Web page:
It is therefore ordered that chief mustering offices and their assistant report by telegram the names of all neglectful officers, with the charges against them, to the Adjutant-General of the Army (withholding in the meantime their final payments and Honorable discharges), with a view to their summary and disHonorable dismissal from the service with forfeiture of all pay. The report by telegraph will be sent promptly upon cases of neglect being brought to notice, and at the same time the facts in full will be reported by mail.
Governors of States are requested to report delinquencies coming to their notice to the chief mustering officer of the State and to the Adjutant-General of the Army, so that a prompt remedy may be applied.
By order of the Secretary of War:
E. D. TOWNSEND,
OFFICE ENGINEER AND SUPT. MILITARY RAILROAD, DEPARTMENT OF THE TENNESSEE AND ARKANSAS, Memphis, Tenn., June 30, 1865.
Bvt. Brigadier General D. C. McCALLUM,
Director and General Manager Military Railroads United States, Washington, D. C.:
GENERAL: I herewith submit a report of the operations of the military railroads under my charge for the year ending June 30, 1865:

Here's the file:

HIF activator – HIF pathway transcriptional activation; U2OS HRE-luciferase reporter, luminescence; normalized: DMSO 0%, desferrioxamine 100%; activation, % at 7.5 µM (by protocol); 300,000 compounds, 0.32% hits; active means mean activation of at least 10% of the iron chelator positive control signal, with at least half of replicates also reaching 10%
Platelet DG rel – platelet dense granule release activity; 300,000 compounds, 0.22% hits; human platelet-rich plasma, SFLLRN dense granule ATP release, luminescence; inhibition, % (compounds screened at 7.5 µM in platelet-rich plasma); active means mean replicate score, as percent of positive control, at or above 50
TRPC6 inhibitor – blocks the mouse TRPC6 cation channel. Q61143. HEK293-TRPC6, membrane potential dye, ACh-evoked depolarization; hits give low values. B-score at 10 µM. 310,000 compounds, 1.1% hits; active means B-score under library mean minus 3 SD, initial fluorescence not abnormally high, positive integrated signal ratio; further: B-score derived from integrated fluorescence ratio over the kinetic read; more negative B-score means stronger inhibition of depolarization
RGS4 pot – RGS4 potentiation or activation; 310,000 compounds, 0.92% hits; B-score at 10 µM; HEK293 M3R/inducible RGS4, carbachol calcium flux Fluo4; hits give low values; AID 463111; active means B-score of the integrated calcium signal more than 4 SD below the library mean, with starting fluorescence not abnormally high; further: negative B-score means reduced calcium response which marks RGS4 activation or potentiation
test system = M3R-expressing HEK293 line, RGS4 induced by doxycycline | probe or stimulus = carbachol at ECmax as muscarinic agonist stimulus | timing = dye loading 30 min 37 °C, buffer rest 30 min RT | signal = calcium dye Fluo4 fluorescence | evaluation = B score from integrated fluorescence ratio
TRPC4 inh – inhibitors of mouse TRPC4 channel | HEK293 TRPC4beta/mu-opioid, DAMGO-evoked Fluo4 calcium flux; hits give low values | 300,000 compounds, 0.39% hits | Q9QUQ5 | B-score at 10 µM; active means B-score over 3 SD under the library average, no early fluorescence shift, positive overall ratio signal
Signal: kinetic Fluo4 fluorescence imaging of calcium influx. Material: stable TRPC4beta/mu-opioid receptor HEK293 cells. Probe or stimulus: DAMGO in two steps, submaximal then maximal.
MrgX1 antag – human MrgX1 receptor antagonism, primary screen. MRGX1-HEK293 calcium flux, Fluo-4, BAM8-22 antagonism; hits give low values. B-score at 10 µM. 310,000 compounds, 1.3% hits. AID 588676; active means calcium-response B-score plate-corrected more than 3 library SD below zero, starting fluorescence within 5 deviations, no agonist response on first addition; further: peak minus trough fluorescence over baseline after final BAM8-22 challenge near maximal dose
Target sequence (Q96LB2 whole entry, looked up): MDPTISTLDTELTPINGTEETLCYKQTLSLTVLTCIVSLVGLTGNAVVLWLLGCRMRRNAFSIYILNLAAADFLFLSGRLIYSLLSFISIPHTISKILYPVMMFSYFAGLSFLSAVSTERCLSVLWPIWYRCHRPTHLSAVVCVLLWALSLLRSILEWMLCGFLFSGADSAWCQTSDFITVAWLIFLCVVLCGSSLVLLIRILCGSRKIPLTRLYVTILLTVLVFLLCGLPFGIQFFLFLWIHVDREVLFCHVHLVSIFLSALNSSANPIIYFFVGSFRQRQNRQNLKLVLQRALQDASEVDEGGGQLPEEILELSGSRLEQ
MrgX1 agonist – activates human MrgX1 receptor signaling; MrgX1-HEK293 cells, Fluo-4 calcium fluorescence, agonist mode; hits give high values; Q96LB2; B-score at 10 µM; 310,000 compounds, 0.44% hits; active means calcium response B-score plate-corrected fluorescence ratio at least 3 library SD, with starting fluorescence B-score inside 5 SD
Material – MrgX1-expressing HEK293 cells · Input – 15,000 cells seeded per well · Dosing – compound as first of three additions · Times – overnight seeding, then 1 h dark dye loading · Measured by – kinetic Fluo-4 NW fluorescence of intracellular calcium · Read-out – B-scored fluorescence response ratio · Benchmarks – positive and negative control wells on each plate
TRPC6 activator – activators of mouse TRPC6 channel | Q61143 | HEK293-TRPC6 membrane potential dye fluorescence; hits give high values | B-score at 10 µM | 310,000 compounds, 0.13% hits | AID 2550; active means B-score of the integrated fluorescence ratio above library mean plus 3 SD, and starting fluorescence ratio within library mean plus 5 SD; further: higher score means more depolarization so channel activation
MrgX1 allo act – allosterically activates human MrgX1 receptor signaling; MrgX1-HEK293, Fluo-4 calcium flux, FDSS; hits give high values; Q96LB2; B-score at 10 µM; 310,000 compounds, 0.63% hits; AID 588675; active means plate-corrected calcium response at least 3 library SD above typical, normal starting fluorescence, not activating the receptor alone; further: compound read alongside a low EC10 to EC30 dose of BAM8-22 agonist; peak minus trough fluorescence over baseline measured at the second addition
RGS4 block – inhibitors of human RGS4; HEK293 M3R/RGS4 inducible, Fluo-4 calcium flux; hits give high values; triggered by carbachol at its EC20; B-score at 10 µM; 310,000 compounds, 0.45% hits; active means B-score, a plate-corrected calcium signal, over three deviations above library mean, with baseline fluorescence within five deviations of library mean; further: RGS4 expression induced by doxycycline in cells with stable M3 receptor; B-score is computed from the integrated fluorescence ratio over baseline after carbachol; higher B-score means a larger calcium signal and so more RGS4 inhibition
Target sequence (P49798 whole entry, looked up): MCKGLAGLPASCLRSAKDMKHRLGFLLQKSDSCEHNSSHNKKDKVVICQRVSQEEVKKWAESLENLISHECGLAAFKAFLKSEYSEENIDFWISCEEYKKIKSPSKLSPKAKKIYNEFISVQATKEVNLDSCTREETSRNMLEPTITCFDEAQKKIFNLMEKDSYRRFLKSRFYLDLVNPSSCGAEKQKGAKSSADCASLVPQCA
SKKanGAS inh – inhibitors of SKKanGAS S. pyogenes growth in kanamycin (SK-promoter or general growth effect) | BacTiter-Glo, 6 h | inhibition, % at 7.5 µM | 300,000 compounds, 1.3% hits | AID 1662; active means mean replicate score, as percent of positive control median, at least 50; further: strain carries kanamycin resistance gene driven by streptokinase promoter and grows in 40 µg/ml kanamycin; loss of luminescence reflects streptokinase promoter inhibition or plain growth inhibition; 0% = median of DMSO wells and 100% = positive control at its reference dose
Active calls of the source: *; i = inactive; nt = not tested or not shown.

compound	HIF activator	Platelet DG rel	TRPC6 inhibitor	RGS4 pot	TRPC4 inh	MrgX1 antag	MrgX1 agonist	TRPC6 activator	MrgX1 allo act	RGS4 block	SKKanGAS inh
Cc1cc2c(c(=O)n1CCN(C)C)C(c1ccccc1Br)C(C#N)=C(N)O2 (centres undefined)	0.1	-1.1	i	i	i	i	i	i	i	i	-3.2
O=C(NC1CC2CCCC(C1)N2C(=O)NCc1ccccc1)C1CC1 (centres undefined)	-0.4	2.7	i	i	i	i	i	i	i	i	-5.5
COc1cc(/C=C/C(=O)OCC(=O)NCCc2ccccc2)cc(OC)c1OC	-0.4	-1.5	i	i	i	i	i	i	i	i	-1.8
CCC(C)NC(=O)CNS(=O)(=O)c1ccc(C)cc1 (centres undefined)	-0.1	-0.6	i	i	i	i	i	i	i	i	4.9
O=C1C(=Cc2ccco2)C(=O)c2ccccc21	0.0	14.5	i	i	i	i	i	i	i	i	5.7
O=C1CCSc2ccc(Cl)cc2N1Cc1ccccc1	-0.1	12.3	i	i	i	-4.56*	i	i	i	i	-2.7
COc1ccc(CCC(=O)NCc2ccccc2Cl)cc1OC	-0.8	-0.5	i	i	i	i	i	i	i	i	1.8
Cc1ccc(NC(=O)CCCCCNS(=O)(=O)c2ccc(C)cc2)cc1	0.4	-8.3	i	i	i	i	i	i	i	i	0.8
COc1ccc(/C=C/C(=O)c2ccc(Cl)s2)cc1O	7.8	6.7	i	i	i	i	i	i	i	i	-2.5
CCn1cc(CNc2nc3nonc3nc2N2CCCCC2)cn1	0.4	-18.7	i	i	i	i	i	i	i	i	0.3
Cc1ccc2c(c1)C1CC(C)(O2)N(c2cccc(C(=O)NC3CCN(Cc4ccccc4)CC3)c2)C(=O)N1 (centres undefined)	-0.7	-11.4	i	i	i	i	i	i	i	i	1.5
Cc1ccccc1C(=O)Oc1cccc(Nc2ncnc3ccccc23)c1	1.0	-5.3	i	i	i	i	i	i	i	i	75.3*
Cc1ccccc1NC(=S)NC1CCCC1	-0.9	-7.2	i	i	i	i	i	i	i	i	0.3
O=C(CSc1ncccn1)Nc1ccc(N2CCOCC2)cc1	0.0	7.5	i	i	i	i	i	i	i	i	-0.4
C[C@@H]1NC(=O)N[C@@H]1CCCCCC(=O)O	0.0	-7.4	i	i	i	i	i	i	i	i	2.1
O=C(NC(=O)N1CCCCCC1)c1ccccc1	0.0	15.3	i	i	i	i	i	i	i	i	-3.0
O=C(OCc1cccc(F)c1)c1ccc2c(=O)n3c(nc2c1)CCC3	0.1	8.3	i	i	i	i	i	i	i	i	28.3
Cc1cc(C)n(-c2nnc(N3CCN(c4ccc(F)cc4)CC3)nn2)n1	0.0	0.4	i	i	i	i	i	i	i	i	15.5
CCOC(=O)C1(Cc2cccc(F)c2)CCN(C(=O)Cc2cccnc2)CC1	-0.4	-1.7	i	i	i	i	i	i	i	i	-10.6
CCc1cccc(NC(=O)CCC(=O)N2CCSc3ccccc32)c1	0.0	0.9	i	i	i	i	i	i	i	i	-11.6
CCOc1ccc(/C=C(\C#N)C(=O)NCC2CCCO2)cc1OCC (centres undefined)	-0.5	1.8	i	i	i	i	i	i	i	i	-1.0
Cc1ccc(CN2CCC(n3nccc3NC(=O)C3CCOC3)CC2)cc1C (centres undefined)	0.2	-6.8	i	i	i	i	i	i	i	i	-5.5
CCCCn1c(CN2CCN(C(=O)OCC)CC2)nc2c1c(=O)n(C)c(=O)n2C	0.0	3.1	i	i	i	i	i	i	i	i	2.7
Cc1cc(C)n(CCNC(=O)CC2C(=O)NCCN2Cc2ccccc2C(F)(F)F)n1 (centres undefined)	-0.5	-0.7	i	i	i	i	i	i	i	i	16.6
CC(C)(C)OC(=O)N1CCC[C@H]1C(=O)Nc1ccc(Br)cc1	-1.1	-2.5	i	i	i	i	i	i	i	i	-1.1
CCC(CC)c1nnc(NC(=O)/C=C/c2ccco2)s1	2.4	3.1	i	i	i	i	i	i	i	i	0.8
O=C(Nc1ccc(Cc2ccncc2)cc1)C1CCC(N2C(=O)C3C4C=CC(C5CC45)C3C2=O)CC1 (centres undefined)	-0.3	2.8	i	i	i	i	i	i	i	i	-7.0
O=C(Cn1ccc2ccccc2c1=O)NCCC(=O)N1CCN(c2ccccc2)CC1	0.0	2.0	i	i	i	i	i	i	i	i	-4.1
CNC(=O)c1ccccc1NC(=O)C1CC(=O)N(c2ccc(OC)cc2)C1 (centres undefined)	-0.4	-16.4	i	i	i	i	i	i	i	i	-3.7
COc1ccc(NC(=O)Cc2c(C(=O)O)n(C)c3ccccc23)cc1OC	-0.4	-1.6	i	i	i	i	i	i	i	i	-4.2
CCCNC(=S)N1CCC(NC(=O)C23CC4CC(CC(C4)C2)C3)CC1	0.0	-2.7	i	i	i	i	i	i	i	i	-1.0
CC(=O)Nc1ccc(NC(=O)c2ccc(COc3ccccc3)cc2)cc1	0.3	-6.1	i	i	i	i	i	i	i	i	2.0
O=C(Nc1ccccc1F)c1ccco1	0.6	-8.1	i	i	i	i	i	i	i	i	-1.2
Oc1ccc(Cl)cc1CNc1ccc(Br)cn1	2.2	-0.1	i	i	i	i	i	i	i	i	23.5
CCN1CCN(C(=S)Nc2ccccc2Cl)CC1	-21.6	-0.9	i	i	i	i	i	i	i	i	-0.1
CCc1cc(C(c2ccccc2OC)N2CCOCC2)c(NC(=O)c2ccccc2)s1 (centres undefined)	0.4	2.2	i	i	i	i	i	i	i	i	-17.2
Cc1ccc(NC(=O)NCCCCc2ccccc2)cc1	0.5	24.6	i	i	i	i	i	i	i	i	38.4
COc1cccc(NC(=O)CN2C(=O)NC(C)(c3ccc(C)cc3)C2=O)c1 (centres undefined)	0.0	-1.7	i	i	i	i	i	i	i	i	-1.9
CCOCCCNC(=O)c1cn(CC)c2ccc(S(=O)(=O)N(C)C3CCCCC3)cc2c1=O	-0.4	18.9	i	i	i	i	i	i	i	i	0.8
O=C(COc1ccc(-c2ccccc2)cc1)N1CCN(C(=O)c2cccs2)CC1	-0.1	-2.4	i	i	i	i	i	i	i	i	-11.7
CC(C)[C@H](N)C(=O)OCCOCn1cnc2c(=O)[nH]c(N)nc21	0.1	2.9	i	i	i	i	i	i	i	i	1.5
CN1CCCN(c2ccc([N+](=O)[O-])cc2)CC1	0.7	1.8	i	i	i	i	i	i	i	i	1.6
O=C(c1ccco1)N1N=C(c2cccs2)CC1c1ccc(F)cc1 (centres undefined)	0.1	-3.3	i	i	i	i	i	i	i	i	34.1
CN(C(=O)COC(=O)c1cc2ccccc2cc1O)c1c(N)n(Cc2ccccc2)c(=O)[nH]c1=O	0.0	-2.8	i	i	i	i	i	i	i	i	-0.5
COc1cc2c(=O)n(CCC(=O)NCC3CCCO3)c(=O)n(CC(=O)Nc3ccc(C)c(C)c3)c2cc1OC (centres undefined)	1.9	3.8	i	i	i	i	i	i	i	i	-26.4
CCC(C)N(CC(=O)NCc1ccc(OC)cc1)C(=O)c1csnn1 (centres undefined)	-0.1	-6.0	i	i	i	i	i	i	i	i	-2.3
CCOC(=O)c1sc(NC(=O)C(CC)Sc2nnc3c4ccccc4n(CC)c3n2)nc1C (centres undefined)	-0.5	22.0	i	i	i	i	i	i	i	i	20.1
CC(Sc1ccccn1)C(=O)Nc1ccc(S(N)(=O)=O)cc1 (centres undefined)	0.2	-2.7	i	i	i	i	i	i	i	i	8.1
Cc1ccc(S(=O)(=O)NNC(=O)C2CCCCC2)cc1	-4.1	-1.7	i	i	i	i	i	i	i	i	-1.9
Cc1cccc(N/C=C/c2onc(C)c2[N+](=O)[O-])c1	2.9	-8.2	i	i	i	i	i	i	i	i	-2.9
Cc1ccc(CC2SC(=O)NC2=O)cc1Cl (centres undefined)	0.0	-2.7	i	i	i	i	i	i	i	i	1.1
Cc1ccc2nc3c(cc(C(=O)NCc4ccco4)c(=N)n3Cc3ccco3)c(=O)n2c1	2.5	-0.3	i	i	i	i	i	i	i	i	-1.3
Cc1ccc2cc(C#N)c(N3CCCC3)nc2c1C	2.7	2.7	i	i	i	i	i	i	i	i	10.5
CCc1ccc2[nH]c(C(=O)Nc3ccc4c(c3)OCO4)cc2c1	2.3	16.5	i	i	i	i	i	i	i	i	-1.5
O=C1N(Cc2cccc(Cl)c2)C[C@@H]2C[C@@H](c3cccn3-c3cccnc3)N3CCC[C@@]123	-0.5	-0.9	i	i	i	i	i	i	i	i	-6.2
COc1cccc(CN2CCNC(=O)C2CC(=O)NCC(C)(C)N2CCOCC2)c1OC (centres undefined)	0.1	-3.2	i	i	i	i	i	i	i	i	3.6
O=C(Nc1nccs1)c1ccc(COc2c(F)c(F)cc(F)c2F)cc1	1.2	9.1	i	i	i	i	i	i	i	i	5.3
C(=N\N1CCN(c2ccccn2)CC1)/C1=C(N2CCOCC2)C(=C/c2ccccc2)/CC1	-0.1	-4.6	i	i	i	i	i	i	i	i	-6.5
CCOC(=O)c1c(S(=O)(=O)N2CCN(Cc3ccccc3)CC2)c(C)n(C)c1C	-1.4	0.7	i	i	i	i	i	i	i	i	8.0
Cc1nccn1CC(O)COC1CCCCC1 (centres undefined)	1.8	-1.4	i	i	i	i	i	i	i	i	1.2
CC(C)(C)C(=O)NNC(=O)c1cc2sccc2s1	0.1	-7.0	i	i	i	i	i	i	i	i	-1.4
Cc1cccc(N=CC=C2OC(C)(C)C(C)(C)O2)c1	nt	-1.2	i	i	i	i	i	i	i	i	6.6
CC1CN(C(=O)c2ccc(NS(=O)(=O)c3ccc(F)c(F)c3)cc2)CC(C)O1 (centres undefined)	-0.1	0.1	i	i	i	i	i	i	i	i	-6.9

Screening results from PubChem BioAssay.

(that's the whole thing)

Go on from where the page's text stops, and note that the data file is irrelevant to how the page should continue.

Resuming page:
At the close of the last fiscal year the Memphis and Charleston Railroad was in operation from Memphis to Grand Junction, fifty- two miles. On the 2nd of August following we ran through to Holly Springs,on the Mississippi Central road, twenty-five miles sough of Gran Junction. On August 6 we ran to Waterford and Tallahatchie River, 100 miles from Memphis. We moved Major General A. J. Smith and command to that point. We continued to run to that point until the 18th day of August, when we abandoned the Mississippi Central road. On the 22nd day of August an order was received to open it again. We did so in two days, but there being no guards upon the road the bridges were destroyed, and we did not run the road after the 23rd of August. On the 29th day of August I received an order to evacuate the Memphis and Charleston road, and on the 6th day of September we ran to White's Station, ten miles from Memphis, to the headquarters of the cavalry division. The road was kept open that distance until the middle of October, when we abandoned the road altogether and did ot open it again until the 20th of December. We repaired the road to Collierville, twenty-four miles, and kept it open until the 1st day of January, 1865, when we again evacuated. Between the opening and closing of the road at different times the bridge force was getting out timber, ties, &c., and framing bridges preparatory to another move.
I received another order on the 28th day of February to open the road again. We repaired it a distance of fifteen miles, took out forage and supplies for and expedition and evacuated on the 4th of March. Remained to close up until the 20th of March, when an order was received to again open the road. Found the road badly damaged. We had it opened to Collierville, twenty-four miles, on the 24th of March; to La Fayette, thirty-one miles, on the 2nd of April. We